My third piece was a plot summary that tells the story of two boys who go skiing and witness an act of violence and hatred towards Muslim immigrants. With this piece I was trying to express in narrative form the positives and negatives of when two cultural and religious worlds come together. The two American boys witness a sad and demeaning act of violence done to Muslim immigrants that is partly motivated by anti-Islamic sentiment. I think narrative is a very powerful way of bringing out sympathy in people for others that are not like themselves. Narrative does this because a person, when immersed in a narrative, lives vicariously through the characters in the narrative. It is one of the truest forms of stepping into another’s shoes. I wanted to show this, both within the story as the two boys are witness to and affected by the violence they see, as well as for anyone experiencing the narrative. I chose to use a plot summary structure because it involves the reader in creating the narrative themselves. The reader fills in the gaps and actively tries to situate themselves in the persons described within the story. This project was part of my progression in thinking about how, in order for there to be positive dialogue between people of different faith traditions, there needs to be mutual sympathy for the painful experiences of others and a recognition of the value of others regardless of difference, and I think a powerful way to do this is through narrative. The narrative also highlights how important it is that people step up and prevent discrimination against minorities, that they not be passive observers and therefore enablers. This is how I tried to use narrative to explore engaging with the other.
My last piece was a comic, structured like a political cartoon, which pictured several protestors waving and shouting nationalistic slogans and telling a Muslim girl, clothed in a burka, to leave because she was Muslim. This piece represents the consummation of how I think about experiencing the experiences of the other. The inspiration for this comic was the video we were shown in class of protestors in California saying very hateful things to Muslims as they were going to a civic dinner. Watching this video was painful for me because the hate spewed by the protestors was so terrible. What they said was horrible, and it was horrible that they had taken it upon themselves to say that they represented what America ought to be. I felt so bad for the Muslim individuals, even children, who were meant to feel that they were evil or the problem and that they didn’t belong. They belong just as much as anyone else in America because America is a place for everybody, where no one should be excluded from anything based on creed. This was an experience that allowed me to most strongly put myself in the shoes of others because it was such a painful moment. I felt so sorry for the people getting shouted at and I didn’t want them to feel like they didn’t belong, but rather that they absolutely did belong. The feeling of exclusion is terrible, and I wanted to express this, the damage the protestors were doing, in a powerful and striking way. I thought a political cartoon, which relies on pithiness and an immediately relatable punch line, would be the best way to do this. In the comic we see the effect of the hate on the girl in the burka, we get her inner voice and feel her pain. The absurdity of the protestors is also laid bare. My comic represents the strongest emotional connection I’ve felt with those of such very different backgrounds and experiences that we’ve studied in this course. I felt pain because of what they had to go through, and it was definitely one of the most powerful moments for me in the course.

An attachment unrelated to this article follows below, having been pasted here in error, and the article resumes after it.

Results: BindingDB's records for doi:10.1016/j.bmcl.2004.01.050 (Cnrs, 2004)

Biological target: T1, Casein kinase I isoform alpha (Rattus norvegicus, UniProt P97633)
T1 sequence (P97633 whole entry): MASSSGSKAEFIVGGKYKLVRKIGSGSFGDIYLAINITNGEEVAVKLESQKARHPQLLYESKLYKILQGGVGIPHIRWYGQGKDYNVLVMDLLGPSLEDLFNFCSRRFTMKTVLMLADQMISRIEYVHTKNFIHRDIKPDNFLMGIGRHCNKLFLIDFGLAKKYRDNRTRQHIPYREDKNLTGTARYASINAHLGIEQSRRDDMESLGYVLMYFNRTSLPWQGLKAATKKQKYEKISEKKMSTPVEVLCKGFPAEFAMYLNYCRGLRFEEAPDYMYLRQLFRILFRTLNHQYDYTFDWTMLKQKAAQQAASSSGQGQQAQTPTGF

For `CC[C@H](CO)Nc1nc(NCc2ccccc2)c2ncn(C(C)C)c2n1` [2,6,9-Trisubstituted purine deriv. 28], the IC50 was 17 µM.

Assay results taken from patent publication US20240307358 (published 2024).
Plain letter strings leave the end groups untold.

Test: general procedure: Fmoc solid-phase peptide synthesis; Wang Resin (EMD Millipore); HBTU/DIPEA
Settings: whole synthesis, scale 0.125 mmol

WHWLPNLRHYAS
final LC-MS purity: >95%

With these creative projects I’ve explored what has been most significant for me through the course. The significance of these themes of engaging with the other, martyrdom, and the love of God became more apparent to me as I engaged them artistically. Instead of being analytic I had to create, and in creating I had to be sure that what I was creating was meaningful to me and interpretable to others. Using art as a medium for expression was especially important in how I thought about engaging with the other because art is experiential, it was invaluable in helping me to understand and identify with the experiences of Muslims, and if I had just been asked to write a paper on the experiences of Muslims in the United States or elsewhere I would not have had as powerful an experience. This art is my truest response to what I’ve learned in this class, not passive reception but an enriching and active immersion.